People here talk very casually about hawkers. When we do that, we're referring to people who operate in hawker or food centres.

Ah Pui – real name Ang Boon Ee – was a hawker in the true sense of the word. The 64-year-old used to ply the streets of Tiong Bahru with his pushcart, selling pork satay. He kept getting busted, of course. This is Singapore after all.

My friends and I would have him grill satay at house parties and it was always the highlight of our meals. His satay – he does only pork – is nonpareil.

Since August last year, he has joined a group of entrepreneurs who run a cafe in Pearl's Hill Terrace, a laid-back enclave perched on top of a hill. It used to house the operational headquarters of the Singapore Police Force.

One of the people behind the cafe, Mr Benjamin Tan, 38, used to live in Tiong Bahru and was a regular customer. They became friends and Mr Tan persuaded Mr Ang to join him and his partners. So now, there is no need for hawking on the streets. Mr Ang has a legit gig.

Is his pork satay still as good? It is still the best I have ever had. But it is different from what it used to be.

The special thing about his pork satay ($9 for 10 sticks) is the strip of fat in between the pieces of meat. He grills it so expertly that the fat has a QQ texture.

The pork pieces used to be smaller, so the fat stood out more. Now, there's a bit more pork. It's a chunkier bite, to be sure, and most people will not complain.

I won't either. Not when I dunk the satay into the thick peanut sauce with a big dollop of fresh pineapple puree in the middle. Then crunch, QQ, tartness and spice meld and make magic.

If you are very lucky, you might see Mr Ang tending to the grill himself. Otherwise, he is in the kitchen, prepping satay, cutting pieces of pork off a huge chunk.

I go to the cafe just for the pork satay, but am persuaded to try the Pincho Sate Chicken ($9 for 10 sticks), with a very perky chimichurri drizzle.

There are pasta dishes on the menu too, done by Mr Sebastian Liu, 37, who used to work for the Les Amis Group. Mr Tan offers an array of Nanyang-style coffee drinks.

Many people talk about preserving hawker culture and lament when stellar hawkers retire. Instead of just talking and lamenting, the people who run the cafe – Mr Tan, Mr Liu, Mr Maurice Goh and Mr Melvin Tay – did something about it. They persuaded Mr Ang to join them and, in the process, are introducing his pork satay to a new audience.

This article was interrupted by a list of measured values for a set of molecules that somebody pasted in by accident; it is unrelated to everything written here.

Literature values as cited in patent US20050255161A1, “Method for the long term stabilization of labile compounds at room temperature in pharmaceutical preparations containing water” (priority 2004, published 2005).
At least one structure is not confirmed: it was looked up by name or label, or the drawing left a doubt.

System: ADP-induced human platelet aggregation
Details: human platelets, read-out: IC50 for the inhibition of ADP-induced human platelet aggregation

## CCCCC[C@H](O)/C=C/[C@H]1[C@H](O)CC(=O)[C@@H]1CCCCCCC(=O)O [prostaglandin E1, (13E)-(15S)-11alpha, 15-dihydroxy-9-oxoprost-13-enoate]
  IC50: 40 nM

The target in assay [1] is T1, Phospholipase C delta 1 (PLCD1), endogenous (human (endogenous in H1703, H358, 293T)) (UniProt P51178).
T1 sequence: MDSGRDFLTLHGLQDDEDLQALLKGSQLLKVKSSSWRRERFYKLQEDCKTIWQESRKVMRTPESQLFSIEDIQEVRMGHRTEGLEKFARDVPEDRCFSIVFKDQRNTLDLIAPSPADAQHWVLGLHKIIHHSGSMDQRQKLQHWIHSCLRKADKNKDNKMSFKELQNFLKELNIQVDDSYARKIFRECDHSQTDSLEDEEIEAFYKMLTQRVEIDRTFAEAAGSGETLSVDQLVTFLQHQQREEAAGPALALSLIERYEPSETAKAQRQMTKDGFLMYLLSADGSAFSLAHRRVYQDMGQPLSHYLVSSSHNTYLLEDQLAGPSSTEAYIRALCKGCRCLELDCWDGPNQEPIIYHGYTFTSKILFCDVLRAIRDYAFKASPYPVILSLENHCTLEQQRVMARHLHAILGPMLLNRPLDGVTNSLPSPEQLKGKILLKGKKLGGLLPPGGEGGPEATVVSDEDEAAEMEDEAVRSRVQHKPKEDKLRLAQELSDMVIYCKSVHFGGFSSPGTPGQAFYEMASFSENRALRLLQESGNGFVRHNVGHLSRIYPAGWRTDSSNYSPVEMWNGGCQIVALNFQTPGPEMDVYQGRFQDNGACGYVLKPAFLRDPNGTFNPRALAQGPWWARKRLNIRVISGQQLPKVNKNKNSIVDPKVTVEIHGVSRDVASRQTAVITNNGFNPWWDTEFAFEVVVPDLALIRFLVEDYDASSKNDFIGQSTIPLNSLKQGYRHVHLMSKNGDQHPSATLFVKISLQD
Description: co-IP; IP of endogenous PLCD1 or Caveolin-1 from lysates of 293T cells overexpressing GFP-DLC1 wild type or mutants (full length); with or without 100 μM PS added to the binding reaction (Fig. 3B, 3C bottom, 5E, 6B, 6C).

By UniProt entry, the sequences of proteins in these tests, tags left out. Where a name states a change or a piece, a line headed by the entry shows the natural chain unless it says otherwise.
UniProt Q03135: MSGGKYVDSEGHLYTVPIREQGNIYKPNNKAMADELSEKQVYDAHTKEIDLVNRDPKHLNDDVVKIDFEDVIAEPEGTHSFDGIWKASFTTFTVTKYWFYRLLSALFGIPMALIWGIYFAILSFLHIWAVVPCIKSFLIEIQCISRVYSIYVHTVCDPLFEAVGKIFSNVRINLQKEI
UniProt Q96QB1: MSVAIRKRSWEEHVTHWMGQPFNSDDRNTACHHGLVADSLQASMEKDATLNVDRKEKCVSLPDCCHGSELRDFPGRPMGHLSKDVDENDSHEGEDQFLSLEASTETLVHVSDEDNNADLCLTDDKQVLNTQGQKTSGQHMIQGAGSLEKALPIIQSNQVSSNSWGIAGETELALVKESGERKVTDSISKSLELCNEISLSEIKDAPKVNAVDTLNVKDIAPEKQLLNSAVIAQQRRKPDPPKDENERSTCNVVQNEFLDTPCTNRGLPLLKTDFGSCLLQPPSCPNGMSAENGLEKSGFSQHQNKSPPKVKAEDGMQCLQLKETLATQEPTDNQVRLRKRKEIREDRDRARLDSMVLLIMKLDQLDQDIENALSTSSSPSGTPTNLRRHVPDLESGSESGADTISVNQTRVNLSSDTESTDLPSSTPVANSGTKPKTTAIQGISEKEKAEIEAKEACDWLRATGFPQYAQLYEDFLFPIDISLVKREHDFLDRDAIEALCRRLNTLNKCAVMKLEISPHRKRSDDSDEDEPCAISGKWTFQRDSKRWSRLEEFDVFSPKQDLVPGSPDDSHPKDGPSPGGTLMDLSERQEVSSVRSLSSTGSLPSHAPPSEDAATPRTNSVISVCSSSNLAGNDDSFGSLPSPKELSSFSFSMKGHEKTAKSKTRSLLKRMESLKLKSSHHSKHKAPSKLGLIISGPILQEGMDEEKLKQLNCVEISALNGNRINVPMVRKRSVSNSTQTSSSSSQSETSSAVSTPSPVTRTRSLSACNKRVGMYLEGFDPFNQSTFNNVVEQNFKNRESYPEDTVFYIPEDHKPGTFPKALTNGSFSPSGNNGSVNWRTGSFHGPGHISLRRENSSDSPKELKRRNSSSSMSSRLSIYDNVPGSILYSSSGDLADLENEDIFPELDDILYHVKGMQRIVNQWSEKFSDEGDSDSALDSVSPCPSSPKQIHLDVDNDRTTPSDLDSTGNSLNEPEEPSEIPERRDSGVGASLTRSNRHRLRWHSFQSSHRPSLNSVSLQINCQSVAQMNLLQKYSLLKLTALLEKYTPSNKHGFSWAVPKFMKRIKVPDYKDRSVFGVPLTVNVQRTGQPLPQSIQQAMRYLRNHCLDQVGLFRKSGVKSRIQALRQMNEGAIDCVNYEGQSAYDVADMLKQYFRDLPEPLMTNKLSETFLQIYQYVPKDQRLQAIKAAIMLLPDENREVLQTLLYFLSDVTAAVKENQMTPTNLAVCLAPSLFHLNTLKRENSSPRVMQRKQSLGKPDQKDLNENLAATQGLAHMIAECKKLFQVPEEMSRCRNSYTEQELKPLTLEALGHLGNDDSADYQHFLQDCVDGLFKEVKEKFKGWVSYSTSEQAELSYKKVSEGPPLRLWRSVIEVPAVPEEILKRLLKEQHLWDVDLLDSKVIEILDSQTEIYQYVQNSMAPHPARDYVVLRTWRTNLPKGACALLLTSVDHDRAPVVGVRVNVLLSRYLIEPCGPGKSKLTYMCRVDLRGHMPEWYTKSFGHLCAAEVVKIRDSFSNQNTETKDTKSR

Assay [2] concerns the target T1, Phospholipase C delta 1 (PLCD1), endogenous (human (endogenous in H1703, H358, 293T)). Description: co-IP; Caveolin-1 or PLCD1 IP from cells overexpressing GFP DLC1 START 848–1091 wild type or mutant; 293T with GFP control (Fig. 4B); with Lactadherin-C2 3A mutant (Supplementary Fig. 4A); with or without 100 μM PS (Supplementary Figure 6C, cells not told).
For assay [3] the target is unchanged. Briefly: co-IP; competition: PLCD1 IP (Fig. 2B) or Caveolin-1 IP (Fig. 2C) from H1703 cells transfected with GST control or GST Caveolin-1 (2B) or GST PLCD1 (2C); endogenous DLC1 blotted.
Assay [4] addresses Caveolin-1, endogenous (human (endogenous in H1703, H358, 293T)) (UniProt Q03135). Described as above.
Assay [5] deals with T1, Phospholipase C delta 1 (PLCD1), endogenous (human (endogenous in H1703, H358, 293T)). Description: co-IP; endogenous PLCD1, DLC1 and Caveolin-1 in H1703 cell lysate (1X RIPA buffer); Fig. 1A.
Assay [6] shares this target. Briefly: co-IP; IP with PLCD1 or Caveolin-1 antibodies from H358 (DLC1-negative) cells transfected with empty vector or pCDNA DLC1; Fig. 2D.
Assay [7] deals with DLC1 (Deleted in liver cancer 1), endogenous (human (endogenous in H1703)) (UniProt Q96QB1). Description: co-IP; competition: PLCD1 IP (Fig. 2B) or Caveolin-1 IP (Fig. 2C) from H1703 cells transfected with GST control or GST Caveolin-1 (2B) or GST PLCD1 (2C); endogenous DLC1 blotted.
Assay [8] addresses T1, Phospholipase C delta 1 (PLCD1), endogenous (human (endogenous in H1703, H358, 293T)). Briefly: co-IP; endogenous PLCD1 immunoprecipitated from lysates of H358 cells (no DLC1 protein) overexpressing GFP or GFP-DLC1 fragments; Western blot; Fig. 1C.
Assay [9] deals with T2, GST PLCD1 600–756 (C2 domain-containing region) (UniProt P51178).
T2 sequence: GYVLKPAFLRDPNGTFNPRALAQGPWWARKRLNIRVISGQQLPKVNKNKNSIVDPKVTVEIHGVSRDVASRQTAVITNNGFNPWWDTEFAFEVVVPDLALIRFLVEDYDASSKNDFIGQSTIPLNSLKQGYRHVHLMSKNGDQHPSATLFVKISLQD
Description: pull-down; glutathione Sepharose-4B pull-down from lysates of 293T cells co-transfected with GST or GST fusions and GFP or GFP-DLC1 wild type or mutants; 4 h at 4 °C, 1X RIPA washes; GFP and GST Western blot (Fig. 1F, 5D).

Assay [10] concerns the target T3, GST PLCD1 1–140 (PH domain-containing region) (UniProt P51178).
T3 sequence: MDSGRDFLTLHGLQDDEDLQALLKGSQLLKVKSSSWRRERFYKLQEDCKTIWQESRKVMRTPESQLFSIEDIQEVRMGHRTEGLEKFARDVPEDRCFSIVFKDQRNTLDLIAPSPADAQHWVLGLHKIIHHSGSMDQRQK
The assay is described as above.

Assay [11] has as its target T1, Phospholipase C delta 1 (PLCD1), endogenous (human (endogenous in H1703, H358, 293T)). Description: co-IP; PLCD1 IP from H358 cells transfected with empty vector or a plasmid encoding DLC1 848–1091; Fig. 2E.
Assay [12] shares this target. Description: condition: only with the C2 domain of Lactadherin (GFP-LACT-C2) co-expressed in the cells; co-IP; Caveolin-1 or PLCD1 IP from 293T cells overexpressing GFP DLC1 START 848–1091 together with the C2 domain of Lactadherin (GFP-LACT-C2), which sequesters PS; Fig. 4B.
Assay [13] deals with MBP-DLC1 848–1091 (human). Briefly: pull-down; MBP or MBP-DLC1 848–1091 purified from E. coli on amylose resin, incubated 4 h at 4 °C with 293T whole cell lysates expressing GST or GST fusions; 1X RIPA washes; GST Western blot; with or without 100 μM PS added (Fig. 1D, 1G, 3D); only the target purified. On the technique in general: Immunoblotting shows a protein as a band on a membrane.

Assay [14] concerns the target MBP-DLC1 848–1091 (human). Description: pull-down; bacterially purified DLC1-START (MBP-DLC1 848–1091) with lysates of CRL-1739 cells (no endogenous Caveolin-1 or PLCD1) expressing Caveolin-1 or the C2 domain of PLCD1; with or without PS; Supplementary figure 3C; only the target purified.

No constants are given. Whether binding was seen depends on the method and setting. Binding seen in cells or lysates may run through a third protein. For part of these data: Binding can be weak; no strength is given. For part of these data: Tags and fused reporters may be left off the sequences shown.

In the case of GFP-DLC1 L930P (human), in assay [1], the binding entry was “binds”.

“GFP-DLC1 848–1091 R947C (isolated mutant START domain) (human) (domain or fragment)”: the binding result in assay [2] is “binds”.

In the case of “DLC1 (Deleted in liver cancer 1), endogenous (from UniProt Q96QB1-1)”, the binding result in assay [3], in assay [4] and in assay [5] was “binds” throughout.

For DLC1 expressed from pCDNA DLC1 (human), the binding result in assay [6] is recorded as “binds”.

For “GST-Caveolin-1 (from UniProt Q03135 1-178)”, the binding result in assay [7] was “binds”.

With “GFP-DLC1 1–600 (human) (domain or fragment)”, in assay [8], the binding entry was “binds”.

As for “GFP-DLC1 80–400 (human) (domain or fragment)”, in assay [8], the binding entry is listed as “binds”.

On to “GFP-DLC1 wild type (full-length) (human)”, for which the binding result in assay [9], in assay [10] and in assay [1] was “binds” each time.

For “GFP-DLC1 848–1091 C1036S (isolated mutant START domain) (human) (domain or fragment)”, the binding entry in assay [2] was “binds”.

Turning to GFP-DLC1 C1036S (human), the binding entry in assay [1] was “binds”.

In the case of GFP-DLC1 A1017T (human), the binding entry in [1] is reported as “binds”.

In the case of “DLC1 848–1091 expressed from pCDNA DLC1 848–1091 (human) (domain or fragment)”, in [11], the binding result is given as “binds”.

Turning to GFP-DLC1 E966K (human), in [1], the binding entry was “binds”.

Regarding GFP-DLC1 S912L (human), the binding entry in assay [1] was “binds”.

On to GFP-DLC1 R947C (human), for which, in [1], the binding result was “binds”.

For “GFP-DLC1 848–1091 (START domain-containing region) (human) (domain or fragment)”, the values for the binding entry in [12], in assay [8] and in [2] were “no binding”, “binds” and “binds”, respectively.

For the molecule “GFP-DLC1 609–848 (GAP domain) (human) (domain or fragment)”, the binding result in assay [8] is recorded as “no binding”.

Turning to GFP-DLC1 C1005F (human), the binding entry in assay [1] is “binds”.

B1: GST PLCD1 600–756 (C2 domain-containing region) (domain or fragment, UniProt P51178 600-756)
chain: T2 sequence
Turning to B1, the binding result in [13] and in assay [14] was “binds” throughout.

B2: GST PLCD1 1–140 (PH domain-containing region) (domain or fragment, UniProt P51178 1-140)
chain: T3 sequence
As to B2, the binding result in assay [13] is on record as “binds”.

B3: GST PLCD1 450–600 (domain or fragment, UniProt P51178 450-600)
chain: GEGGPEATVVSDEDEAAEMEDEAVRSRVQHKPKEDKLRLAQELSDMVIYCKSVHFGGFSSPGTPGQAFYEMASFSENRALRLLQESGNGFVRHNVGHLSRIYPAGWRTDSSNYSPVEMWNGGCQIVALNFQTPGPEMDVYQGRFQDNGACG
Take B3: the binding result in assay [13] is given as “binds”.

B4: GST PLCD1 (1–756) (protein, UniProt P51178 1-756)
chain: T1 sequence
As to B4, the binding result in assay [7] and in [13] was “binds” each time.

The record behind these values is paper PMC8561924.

Plus, fans like me can have this phenomenal pork satay almost anytime we want.

Thank you.

WHAT: 195 Pearl Hill Cafe, 01-56, 195 Pearl's Hill Terrace MRT: Outram OPEN: 11am to 5pm (Mondays to Saturdays), closed on Sundays and public holidays TEL: 9748-9904 INFO: www.est1930.co


Life is too short for bad food. And I often look to friends whose palates I trust to steer me in the direction of food that's worth eating.

When two of them rave about Cai's ngoh hiang, well, I just have to try it.

Three siblings – Irwin, Amanda and Charmaine Chua – are behind the business and they have successfully come up with a recipe that combines the best of the ngoh hiang their grandmothers make.

I also love how obsessively neat the finger-sized meat rolls are, and gasp with delight when I open the boxes.

Now, the traditional way is to deep-fry the rolls, which are already steamed before being frozen. I cannot bear the thought, so I place them on a foil-lined tray and stick that in my toaster oven. The rolls get beautifully brown that way and clean-up is a breeze. More importantly, I taste the rolls, not oil.

The Original Pork & Prawn Ngoh Hiang (top, $25 for 20 rolls) is delicious and I love how the chunks of water chestnut add texture, and how pungent Chinese celery adds funk. Dip the rolls in Cai's Sambal Belacan ($10 for a 180g jar). It is spicy, but I would like more belacan in it.

The Mala Pork & Prawn Ngoh Hiang (above, $26 for 20 rolls) needs no sauces. It is perfect eaten right out of the toaster oven. That numbing, tingly vibe infuses each roll, but they are not blow-your-head-off hot.

Nuance is everything.

WHAT: Cai Ngoh Hiang & Sambal ORDERING INFO: Look for @cai.eats on Instagram and complete the online form DELIVERY: $8 a location, free delivery to one location with minimum order of four boxes of ngoh hiang


Mimi Lee's double-crusted pies have been around since 2001 and I had forgotten how good they were until I had them again recently.

In these Covid-19 times, home-based food businesses are springing up like mushrooms after rain and I am glad she has revived her business.

I cannot imagine the work it takes to make shortcrust pastry from scratch, but that's the promise you get when you order one of her pies. The pastry is made with French butter too.

Customers can order the pies baked (80 cents more) or frozen. I get mine frozen and simply brush them with beaten egg before popping them in the oven, still frozen. In 40 minutes, the four golden brown pies are ready.

The best one is the Steak & Guinness Pie ($9.80 frozen), filled with carrots and chunks of beef in a robust gravy. Don't worry, it's not bitter at all. This one is available this month and next. If you eat beef, this is a must-order.

The Steak & Mushroom pie ($9 frozen) is good too, don't get me wrong. But the Guinness deepens the flavour of the stew.

Classic Chicken ($8 frozen), filled with boneless chicken leg meat, is easy to like because the meat is not dried out and the creamy gravy is so comforting on a rainy day.

The Vegetable pie ($7 frozen) is filled with potato, pumpkin, zucchini and mushroom. I will say, grudgingly, that it is much better than I expect it to be.

One thing very worth noting is this: Ms Lee's pies are double-crusted but do not suffer that ultimate horror – the soggy bottom.

WHAT: Mim's Fabulous Pies ORDERING INFO: Look for @miRead More – Source

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